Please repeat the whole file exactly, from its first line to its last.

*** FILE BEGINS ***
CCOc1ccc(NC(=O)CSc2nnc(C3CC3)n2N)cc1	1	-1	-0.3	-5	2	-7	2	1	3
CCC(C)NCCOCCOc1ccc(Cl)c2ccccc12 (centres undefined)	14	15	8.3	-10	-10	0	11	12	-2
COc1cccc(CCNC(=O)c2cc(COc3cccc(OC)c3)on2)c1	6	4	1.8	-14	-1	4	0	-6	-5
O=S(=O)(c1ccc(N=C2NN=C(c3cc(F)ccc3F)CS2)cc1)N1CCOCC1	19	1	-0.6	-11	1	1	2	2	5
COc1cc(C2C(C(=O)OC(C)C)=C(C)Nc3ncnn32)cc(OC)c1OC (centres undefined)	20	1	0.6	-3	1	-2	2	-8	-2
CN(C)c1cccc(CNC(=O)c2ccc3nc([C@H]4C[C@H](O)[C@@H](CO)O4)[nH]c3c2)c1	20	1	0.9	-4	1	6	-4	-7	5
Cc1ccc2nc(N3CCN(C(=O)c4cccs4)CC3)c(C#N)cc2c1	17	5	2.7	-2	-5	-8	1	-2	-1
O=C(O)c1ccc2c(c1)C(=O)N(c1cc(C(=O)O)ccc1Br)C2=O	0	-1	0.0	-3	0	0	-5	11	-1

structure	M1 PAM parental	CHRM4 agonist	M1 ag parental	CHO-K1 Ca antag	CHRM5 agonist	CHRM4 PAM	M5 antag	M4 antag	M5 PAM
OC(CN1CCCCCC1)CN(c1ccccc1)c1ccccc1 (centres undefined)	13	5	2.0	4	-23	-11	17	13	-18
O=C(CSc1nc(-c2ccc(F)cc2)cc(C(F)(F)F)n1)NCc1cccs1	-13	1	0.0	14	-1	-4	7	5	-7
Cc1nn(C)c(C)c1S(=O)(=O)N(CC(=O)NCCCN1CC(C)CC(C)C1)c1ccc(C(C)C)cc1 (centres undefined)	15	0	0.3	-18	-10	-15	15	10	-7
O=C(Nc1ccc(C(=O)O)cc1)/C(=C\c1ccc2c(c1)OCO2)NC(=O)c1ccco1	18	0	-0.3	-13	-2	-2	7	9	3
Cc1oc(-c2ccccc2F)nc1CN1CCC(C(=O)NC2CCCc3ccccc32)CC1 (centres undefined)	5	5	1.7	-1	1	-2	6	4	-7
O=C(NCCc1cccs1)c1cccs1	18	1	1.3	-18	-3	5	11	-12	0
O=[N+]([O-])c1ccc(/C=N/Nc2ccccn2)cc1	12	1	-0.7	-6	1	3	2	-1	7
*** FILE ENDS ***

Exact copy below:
CCOc1ccc(NC(=O)CSc2nnc(C3CC3)n2N)cc1	1	-1	-0.3	-5	2	-7	2	1	3
CCC(C)NCCOCCOc1ccc(Cl)c2ccccc12 (centres undefined)	14	15	8.3	-10	-10	0	11	12	-2
COc1cccc(CCNC(=O)c2cc(COc3cccc(OC)c3)on2)c1	6	4	1.8	-14	-1	4	0	-6	-5
O=S(=O)(c1ccc(N=C2NN=C(c3cc(F)ccc3F)CS2)cc1)N1CCOCC1	19	1	-0.6	-11	1	1	2	2	5
COc1cc(C2C(C(=O)OC(C)C)=C(C)Nc3ncnn32)cc(OC)c1OC (centres undefined)	20	1	0.6	-3	1	-2	2	-8	-2
CN(C)c1cccc(CNC(=O)c2ccc3nc([C@H]4C[C@H](O)[C@@H](CO)O4)[nH]c3c2)c1	20	1	0.9	-4	1	6	-4	-7	5
Cc1ccc2nc(N3CCN(C(=O)c4cccs4)CC3)c(C#N)cc2c1	17	5	2.7	-2	-5	-8	1	-2	-1
O=C(O)c1ccc2c(c1)C(=O)N(c1cc(C(=O)O)ccc1Br)C2=O	0	-1	0.0	-3	0	0	-5	11	-1

structure	M1 PAM parental	CHRM4 agonist	M1 ag parental	CHO-K1 Ca antag	CHRM5 agonist	CHRM4 PAM	M5 antag	M4 antag	M5 PAM
OC(CN1CCCCCC1)CN(c1ccccc1)c1ccccc1 (centres undefined)	13	5	2.0	4	-23	-11	17	13	-18
O=C(CSc1nc(-c2ccc(F)cc2)cc(C(F)(F)F)n1)NCc1cccs1	-13	1	0.0	14	-1	-4	7	5	-7
Cc1nn(C)c(C)c1S(=O)(=O)N(CC(=O)NCCCN1CC(C)CC(C)C1)c1ccc(C(C)C)cc1 (centres undefined)	15	0	0.3	-18	-10	-15	15	10	-7
O=C(Nc1ccc(C(=O)O)cc1)/C(=C\c1ccc2c(c1)OCO2)NC(=O)c1ccco1	18	0	-0.3	-13	-2	-2	7	9	3
Cc1oc(-c2ccccc2F)nc1CN1CCC(C(=O)NC2CCCc3ccccc32)CC1 (centres undefined)	5	5	1.7	-1	1	-2	6	4	-7
O=C(NCCc1cccs1)c1cccs1	18	1	1.3	-18	-3	5	11	-12	0
O=[N+]([O-])c1ccc(/C=N/Nc2ccccn2)cc1	12	1	-0.7	-6	1	3	2	-1	7